Who is Rachel Nichols? White ESPN reporter claims colleague hosted NBA finals as she's Black
'You are not going to find it from me or taking my thing away,' Nichols said in the clip
ESPN is under fire after journalist Rachel Nichols was heard criticizing the network’s choice to tap a Black female colleague, Maria Taylor, to host its NBA coverage last year.
The New York Times revealed an alleged heavy internal conflict at ESPN stemming from comments about diversity that NBA sideline reporter and 'The Jump' host Rachel Nichols made about her colleague Maria Taylor, NBA and NFL reporter and the host of "NBA Countdown." The comments were made by Nichols in July 2020 after ESPN told her that Taylor, who is Black, would be hosting coverage of the NBA Finals instead of her. Nichols asked for advice from LeBron James' longtime advisor Adam Mendelsohn and James' agent Rich Paul on a call that was reportedly unintentionally recorded because Nichols hadn't turned her video camera off.
During the call, Nichols can be heard saying that she feels like Taylor is only being preferred over her due to ESPN's long and disturbing record on diversity. “I wish Maria Taylor all the success in the world, she covers football, she covers basketball,” Nichols said in July 2020. “If you need to give her more things to do because you are feeling pressure about your crappy longtime record on diversity which, by the way, I know personally from the female side of it like, go for it. Just find it somewhere else. You are not going to find it from me or taking my thing away.”
The conversation was recorded and saved on one of ESPN's servers, which various employees have access to. One employee recorded the conversation on their cellphone and sent it to others within the company, who then sent it to more employees. The call was ultimately leaked to Deadspin and the Times. Thus far, that employee is the only one to be disciplined over the incident, as Nichols said to the Times that ESPN told her that "the content of the conversation didn't warrant any discipline."
"The only person known to be punished was Kayla Johnson, a digital video producer who told ESPN human resources that she had sent the video to Taylor." Johnson, who is Black, was suspended for two weeks without pay, and later was given less beneficial tasks at work.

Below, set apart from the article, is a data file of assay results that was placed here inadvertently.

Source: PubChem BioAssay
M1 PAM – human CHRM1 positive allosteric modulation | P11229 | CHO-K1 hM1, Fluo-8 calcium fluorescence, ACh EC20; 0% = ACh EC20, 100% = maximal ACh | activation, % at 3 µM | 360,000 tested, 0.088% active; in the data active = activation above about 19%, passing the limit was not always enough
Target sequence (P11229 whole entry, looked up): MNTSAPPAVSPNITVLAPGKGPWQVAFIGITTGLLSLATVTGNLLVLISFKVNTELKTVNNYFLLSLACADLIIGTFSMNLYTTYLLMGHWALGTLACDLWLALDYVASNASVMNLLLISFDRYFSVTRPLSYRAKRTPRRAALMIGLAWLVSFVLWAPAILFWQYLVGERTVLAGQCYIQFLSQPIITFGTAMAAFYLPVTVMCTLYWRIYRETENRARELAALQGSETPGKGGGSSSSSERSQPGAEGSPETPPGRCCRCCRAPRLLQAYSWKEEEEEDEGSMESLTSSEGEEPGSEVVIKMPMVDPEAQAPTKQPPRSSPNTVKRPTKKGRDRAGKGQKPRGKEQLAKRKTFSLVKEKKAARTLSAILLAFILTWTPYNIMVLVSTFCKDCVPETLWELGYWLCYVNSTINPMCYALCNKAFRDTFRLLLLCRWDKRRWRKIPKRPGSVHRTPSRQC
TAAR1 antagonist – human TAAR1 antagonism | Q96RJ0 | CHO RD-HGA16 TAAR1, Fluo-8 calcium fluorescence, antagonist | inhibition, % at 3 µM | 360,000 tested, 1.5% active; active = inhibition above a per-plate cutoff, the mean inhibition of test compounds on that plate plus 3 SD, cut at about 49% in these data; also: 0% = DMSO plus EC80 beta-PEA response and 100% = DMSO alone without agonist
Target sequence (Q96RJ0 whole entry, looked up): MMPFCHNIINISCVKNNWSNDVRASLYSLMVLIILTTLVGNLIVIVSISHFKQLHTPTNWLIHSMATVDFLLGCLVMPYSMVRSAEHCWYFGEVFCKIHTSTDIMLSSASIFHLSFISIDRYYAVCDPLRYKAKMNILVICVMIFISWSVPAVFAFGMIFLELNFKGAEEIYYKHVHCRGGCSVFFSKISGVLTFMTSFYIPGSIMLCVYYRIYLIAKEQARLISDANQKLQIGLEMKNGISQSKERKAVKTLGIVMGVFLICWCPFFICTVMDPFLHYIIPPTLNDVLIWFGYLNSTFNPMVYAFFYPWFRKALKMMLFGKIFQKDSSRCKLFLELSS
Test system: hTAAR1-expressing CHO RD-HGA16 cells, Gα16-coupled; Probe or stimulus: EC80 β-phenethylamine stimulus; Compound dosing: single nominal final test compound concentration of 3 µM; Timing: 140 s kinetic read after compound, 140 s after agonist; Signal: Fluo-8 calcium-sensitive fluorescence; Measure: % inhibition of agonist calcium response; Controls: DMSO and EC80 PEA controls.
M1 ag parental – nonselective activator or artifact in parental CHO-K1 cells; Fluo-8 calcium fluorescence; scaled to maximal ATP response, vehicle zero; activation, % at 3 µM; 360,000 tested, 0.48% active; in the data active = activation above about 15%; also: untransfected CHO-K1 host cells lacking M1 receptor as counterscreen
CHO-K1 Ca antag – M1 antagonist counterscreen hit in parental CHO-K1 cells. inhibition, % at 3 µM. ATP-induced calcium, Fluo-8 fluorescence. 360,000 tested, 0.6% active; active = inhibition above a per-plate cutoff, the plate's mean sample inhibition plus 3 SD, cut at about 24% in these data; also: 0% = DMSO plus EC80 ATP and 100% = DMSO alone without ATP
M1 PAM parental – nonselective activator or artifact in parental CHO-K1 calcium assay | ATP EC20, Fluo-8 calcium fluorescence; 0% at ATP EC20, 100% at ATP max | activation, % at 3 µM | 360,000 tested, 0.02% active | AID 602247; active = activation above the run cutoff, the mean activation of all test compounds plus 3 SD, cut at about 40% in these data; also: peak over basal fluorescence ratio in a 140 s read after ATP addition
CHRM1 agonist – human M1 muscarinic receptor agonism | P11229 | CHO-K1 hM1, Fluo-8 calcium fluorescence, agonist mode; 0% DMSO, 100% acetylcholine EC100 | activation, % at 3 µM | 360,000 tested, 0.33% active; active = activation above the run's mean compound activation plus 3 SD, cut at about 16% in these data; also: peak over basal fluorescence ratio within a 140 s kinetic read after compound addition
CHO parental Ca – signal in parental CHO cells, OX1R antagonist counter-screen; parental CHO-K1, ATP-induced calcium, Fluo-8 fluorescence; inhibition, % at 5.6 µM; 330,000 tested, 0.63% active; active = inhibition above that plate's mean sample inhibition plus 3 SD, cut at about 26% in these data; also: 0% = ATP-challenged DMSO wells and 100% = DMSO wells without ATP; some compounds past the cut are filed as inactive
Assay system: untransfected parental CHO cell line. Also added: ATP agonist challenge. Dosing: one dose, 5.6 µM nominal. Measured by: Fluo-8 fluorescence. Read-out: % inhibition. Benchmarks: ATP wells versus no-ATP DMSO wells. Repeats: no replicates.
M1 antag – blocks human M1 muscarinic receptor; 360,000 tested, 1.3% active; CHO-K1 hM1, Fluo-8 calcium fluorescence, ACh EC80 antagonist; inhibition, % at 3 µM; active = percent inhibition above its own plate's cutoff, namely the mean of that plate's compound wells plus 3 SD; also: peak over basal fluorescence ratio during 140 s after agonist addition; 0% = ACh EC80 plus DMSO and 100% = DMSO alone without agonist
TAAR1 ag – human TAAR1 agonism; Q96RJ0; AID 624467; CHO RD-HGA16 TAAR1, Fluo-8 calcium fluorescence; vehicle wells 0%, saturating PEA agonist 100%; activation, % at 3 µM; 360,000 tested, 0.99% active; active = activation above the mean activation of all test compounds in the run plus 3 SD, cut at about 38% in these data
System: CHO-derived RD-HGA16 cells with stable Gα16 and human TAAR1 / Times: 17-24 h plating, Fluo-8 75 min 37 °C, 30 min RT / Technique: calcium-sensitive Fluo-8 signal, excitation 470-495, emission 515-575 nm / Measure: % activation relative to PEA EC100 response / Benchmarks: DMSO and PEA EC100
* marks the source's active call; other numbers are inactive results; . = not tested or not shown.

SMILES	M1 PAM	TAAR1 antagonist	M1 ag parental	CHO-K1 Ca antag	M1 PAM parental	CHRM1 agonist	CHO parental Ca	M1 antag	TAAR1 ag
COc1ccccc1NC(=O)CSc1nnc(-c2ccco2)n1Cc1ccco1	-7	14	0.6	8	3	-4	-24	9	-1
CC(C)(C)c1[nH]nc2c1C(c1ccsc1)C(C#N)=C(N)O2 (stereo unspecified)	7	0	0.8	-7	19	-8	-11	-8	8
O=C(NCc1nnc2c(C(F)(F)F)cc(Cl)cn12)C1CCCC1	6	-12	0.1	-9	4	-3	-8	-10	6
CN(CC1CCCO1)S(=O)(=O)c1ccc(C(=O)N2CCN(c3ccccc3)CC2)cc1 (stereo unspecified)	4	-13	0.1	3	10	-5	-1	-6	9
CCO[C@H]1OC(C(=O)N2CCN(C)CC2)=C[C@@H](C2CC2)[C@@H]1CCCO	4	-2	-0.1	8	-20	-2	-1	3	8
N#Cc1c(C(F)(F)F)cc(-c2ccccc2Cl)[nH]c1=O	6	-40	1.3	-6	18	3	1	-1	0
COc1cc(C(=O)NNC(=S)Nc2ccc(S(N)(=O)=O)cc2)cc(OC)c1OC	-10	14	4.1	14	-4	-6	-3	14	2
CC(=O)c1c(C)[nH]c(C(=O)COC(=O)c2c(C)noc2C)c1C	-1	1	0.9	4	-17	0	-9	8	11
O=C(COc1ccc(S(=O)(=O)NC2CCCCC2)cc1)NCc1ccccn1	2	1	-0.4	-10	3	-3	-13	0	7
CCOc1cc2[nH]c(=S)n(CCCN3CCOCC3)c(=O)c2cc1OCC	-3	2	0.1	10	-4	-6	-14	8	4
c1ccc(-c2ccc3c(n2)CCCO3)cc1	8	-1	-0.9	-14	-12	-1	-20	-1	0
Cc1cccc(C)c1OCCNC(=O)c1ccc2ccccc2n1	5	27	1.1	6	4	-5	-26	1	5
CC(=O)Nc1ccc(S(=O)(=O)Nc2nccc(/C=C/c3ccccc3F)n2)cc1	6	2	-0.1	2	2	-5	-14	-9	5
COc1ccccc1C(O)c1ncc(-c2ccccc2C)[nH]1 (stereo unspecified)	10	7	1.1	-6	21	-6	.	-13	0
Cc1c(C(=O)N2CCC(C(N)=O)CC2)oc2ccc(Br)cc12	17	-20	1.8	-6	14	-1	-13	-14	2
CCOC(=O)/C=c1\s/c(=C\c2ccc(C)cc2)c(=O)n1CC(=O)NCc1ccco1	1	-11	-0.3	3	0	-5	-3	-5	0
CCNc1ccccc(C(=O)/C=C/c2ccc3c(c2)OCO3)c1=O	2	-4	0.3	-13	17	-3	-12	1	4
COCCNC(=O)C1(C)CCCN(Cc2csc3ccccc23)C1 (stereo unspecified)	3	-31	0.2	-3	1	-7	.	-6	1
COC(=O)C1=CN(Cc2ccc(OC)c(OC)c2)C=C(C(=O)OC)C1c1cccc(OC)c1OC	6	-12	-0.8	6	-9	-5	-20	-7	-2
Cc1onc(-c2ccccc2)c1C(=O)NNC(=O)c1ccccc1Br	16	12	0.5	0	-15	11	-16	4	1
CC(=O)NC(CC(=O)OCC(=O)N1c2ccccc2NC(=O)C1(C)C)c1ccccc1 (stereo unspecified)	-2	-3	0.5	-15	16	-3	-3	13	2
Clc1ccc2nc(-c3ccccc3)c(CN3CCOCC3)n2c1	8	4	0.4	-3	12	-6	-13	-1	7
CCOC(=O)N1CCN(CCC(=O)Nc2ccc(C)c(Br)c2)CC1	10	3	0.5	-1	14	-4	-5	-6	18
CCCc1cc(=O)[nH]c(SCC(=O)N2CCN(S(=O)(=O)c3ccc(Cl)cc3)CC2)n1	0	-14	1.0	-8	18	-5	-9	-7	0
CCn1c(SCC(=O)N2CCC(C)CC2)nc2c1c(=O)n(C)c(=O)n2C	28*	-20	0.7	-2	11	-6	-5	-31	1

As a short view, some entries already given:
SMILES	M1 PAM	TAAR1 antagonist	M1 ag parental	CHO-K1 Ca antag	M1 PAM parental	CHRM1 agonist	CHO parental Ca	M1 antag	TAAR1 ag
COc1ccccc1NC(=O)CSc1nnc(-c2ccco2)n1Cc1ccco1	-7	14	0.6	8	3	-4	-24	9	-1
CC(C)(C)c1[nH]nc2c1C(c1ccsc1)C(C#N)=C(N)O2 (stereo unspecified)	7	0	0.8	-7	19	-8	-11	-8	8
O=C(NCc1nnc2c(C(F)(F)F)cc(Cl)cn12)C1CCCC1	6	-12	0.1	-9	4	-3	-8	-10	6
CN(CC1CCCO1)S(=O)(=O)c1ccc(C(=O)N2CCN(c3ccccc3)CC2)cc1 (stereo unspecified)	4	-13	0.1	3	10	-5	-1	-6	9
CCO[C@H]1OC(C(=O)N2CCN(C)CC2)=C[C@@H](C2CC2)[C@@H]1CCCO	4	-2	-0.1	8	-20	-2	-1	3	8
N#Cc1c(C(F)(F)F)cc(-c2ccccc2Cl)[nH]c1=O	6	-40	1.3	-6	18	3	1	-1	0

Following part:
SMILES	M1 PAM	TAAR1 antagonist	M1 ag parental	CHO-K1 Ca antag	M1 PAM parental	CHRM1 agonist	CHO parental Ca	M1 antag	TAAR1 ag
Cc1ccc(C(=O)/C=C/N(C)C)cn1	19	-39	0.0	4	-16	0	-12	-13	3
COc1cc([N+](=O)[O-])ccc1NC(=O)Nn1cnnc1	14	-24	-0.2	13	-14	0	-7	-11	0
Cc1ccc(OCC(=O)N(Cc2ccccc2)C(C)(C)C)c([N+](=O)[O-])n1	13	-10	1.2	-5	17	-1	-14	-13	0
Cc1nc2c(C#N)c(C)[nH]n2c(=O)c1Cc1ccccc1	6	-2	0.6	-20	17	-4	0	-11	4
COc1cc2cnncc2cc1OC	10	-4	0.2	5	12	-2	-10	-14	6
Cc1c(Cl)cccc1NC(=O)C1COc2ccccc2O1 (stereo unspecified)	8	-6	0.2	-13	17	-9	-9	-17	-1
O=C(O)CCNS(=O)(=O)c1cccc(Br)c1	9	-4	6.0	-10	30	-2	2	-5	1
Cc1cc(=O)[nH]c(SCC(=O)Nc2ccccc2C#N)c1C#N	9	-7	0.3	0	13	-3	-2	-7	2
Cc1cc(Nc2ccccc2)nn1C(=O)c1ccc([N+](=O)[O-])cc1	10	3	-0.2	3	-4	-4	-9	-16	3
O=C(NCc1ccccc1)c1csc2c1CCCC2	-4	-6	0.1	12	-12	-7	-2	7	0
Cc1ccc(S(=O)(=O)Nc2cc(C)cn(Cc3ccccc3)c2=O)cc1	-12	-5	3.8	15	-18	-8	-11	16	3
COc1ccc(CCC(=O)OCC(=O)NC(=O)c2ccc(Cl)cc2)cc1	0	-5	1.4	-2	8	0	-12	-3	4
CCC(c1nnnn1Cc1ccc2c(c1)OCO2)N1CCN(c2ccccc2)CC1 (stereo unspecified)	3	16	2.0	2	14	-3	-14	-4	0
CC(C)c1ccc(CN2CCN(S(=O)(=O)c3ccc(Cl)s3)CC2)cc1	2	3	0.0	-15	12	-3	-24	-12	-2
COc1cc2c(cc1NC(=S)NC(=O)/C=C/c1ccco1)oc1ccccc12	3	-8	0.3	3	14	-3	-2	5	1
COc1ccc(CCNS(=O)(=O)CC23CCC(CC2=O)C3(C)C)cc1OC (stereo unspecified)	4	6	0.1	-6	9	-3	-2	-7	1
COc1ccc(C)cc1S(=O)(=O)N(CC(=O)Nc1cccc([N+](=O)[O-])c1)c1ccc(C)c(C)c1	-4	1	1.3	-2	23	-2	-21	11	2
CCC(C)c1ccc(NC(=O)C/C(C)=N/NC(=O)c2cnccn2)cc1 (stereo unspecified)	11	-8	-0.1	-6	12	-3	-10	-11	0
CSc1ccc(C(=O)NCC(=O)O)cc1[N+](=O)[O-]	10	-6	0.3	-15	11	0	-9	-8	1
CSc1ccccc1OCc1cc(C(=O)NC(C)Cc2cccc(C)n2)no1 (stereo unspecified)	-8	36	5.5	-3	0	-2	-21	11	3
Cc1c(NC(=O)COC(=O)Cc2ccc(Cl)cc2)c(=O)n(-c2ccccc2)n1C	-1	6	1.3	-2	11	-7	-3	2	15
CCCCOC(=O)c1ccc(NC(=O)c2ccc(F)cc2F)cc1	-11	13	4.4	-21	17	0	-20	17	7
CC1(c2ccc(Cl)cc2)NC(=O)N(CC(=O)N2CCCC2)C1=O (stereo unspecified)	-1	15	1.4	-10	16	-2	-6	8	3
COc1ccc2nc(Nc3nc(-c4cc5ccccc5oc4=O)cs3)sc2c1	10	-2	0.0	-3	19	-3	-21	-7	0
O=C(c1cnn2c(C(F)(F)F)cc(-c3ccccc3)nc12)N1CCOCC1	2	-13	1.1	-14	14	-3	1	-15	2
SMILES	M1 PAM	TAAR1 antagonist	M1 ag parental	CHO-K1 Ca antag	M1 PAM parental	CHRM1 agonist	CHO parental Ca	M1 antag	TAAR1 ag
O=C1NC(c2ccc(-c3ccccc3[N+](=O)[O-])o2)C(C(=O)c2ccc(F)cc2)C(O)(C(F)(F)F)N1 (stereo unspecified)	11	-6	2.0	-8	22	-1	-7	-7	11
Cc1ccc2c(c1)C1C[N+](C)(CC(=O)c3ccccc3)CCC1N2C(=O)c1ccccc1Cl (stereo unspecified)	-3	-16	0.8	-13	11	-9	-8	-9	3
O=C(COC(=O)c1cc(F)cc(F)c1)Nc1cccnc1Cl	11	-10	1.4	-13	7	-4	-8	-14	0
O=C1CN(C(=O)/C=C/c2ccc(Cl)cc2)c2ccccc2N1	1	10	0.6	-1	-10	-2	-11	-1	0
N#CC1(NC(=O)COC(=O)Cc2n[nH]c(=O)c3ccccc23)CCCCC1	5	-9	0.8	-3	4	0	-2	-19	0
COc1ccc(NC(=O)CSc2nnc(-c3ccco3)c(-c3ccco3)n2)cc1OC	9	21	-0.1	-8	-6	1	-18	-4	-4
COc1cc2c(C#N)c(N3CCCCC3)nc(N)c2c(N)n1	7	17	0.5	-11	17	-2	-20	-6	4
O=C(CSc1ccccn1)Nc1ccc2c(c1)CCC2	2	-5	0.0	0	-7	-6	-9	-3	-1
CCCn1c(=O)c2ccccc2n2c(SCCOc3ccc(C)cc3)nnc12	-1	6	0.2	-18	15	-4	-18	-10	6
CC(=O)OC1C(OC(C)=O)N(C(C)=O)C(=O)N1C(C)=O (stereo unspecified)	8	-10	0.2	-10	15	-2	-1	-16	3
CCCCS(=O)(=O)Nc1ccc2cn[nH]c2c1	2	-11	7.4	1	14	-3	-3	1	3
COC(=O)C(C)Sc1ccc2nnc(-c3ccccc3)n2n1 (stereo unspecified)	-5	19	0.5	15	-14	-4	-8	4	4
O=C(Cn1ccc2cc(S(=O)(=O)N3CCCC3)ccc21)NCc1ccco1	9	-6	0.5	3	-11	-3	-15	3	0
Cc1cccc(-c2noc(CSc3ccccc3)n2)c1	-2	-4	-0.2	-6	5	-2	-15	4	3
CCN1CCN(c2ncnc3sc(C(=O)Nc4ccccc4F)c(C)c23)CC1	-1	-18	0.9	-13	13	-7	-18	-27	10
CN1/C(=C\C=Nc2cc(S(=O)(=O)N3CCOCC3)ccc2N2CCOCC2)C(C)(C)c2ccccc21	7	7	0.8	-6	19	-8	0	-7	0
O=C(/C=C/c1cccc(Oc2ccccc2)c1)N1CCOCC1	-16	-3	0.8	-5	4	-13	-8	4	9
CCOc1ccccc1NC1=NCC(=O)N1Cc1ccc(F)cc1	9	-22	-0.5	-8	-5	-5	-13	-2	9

Nichols stated that she was "shaken" that a "fellow employee" would record and share a video of her private hotel room conversation, gave a statement to the Times along with responses to their questions. Nichols said she was frustrated and was “unloading to a friend about ESPN’s process, not about Maria.” But she added: “My own intentions in that conversation, and the opinion of those in charge at ESPN, are not the sum of what matters here — if Maria felt the conversation was upsetting, then it was, and I was the cause of that for her.” Nichols said she reached out to Taylor to apologize through texts and phone calls. “Maria has chosen not to respond to these offers, which is completely fair and a decision I respect,” Nichols said.
Who is Rachel Nichols?
Born on October 18, 1973, Rachel Michele Nichols is currently a television host for ESPN, a sports reporter, and an anchor. She anchors the NBA discussion show called 'The Jump', weekdays on ESPN, it covers news and stories from around the league and highlights a panel of NBA critics and players. Nichols started her career as a sports journalist in the 1990s when she started writing for the Fort Lauderdale Sun-Sentinel sports page.
She later started before covering the NHL's Washington Capitals for the Washington Post and worked there for eight years, before quitting in 2004. She joined ESPN in 2004, where she became a regular part of SportsCenter, Sunday NFL Countdown and Monday Night Countdown. She later started hosting regularly on the network's NFL and NBA coverage. Nichols was also a correspondent for E:60 and worked as the sideline reporter on a number of Monday Night Football broadcasts.
In 2013, she quit ESPN and joined CNN and started hosting 'Unguarded with Rachel Nichols' in October of that year. The show would change from a regular series to an occasional special by October of the subsequent year. Sports Illustrated called Nichols "the country's most impactful and prominent female sports journalist." She was critically acclaimed for her tough questioning of NFL Commissioner Roger Goodell in the wake of the Ray Rice scandal and furthermore for confronting boxer Floyd Mayweather on his history of domestic violence. At that time, Nichols also worked the sidelines for Turner Sports' NBA on the TNT program from 2013 to 2016, working both the regular season and playoff games. In 2016, she returned to ESPN and started co-hosting 'The Jump'. In 2019, she was named host of NBA Saturday Primetime on ABC and the NBA Finals on ABC. She also became a guest-host on the podcast 'Pardon My Take' as well as on the TV show 'Pardon the Interruption'.